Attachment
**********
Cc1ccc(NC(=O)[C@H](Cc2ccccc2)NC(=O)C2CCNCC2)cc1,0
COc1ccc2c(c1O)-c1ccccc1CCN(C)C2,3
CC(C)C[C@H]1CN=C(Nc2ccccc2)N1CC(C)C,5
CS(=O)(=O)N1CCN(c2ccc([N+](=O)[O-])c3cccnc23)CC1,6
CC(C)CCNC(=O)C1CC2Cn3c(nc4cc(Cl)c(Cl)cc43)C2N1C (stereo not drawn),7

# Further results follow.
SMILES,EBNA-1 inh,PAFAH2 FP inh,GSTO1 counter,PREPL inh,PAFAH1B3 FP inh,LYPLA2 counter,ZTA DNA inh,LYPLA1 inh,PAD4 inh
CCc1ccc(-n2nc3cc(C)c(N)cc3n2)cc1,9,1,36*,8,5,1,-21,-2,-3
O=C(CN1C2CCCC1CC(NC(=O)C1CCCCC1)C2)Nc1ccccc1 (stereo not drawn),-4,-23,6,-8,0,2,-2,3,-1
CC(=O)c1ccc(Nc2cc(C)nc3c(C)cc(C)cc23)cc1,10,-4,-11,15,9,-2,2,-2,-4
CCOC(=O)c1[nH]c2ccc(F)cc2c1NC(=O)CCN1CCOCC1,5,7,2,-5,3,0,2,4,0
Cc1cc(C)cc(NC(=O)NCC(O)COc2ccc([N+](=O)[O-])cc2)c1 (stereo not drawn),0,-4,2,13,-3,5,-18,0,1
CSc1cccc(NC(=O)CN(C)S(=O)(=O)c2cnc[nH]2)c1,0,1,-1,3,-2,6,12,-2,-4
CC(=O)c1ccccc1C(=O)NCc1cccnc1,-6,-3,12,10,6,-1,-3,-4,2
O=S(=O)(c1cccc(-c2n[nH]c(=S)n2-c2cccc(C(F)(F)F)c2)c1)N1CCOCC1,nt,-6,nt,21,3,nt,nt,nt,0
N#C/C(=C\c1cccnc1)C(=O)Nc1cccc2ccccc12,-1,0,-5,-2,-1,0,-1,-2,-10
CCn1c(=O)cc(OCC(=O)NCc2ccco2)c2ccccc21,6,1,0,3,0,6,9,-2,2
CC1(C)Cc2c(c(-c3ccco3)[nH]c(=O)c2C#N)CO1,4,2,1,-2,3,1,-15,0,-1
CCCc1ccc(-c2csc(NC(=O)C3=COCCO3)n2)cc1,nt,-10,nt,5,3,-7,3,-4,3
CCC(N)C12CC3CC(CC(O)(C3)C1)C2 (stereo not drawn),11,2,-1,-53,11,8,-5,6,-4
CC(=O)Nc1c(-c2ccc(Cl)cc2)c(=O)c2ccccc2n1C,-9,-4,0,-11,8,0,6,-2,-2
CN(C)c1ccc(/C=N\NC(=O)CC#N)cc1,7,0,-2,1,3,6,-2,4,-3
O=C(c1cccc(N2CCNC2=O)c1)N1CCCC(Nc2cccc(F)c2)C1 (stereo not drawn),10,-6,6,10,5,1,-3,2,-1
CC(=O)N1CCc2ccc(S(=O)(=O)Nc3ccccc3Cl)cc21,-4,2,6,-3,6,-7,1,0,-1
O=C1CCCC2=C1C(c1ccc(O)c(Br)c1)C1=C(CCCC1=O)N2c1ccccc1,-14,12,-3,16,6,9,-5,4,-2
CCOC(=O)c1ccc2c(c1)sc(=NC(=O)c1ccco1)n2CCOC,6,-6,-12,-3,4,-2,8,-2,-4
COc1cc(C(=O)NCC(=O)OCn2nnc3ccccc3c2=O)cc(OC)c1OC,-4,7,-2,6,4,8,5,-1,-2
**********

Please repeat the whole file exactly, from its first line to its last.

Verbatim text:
Cc1ccc(NC(=O)[C@H](Cc2ccccc2)NC(=O)C2CCNCC2)cc1,0
COc1ccc2c(c1O)-c1ccccc1CCN(C)C2,3
CC(C)C[C@H]1CN=C(Nc2ccccc2)N1CC(C)C,5
CS(=O)(=O)N1CCN(c2ccc([N+](=O)[O-])c3cccnc23)CC1,6
CC(C)CCNC(=O)C1CC2Cn3c(nc4cc(Cl)c(Cl)cc43)C2N1C (stereo not drawn),7

# Further results follow.
SMILES,EBNA-1 inh,PAFAH2 FP inh,GSTO1 counter,PREPL inh,PAFAH1B3 FP inh,LYPLA2 counter,ZTA DNA inh,LYPLA1 inh,PAD4 inh
CCc1ccc(-n2nc3cc(C)c(N)cc3n2)cc1,9,1,36*,8,5,1,-21,-2,-3
O=C(CN1C2CCCC1CC(NC(=O)C1CCCCC1)C2)Nc1ccccc1 (stereo not drawn),-4,-23,6,-8,0,2,-2,3,-1
CC(=O)c1ccc(Nc2cc(C)nc3c(C)cc(C)cc23)cc1,10,-4,-11,15,9,-2,2,-2,-4
CCOC(=O)c1[nH]c2ccc(F)cc2c1NC(=O)CCN1CCOCC1,5,7,2,-5,3,0,2,4,0
Cc1cc(C)cc(NC(=O)NCC(O)COc2ccc([N+](=O)[O-])cc2)c1 (stereo not drawn),0,-4,2,13,-3,5,-18,0,1
CSc1cccc(NC(=O)CN(C)S(=O)(=O)c2cnc[nH]2)c1,0,1,-1,3,-2,6,12,-2,-4
CC(=O)c1ccccc1C(=O)NCc1cccnc1,-6,-3,12,10,6,-1,-3,-4,2
O=S(=O)(c1cccc(-c2n[nH]c(=S)n2-c2cccc(C(F)(F)F)c2)c1)N1CCOCC1,nt,-6,nt,21,3,nt,nt,nt,0
N#C/C(=C\c1cccnc1)C(=O)Nc1cccc2ccccc12,-1,0,-5,-2,-1,0,-1,-2,-10
CCn1c(=O)cc(OCC(=O)NCc2ccco2)c2ccccc21,6,1,0,3,0,6,9,-2,2
CC1(C)Cc2c(c(-c3ccco3)[nH]c(=O)c2C#N)CO1,4,2,1,-2,3,1,-15,0,-1
CCCc1ccc(-c2csc(NC(=O)C3=COCCO3)n2)cc1,nt,-10,nt,5,3,-7,3,-4,3
CCC(N)C12CC3CC(CC(O)(C3)C1)C2 (stereo not drawn),11,2,-1,-53,11,8,-5,6,-4
CC(=O)Nc1c(-c2ccc(Cl)cc2)c(=O)c2ccccc2n1C,-9,-4,0,-11,8,0,6,-2,-2
CN(C)c1ccc(/C=N\NC(=O)CC#N)cc1,7,0,-2,1,3,6,-2,4,-3
O=C(c1cccc(N2CCNC2=O)c1)N1CCCC(Nc2cccc(F)c2)C1 (stereo not drawn),10,-6,6,10,5,1,-3,2,-1
CC(=O)N1CCc2ccc(S(=O)(=O)Nc3ccccc3Cl)cc21,-4,2,6,-3,6,-7,1,0,-1
O=C1CCCC2=C1C(c1ccc(O)c(Br)c1)C1=C(CCCC1=O)N2c1ccccc1,-14,12,-3,16,6,9,-5,4,-2
CCOC(=O)c1ccc2c(c1)sc(=NC(=O)c1ccco1)n2CCOC,6,-6,-12,-3,4,-2,8,-2,-4
COc1cc(C(=O)NCC(=O)OCn2nnc3ccccc3c2=O)cc(OC)c1OC,-4,7,-2,6,4,8,5,-1,-2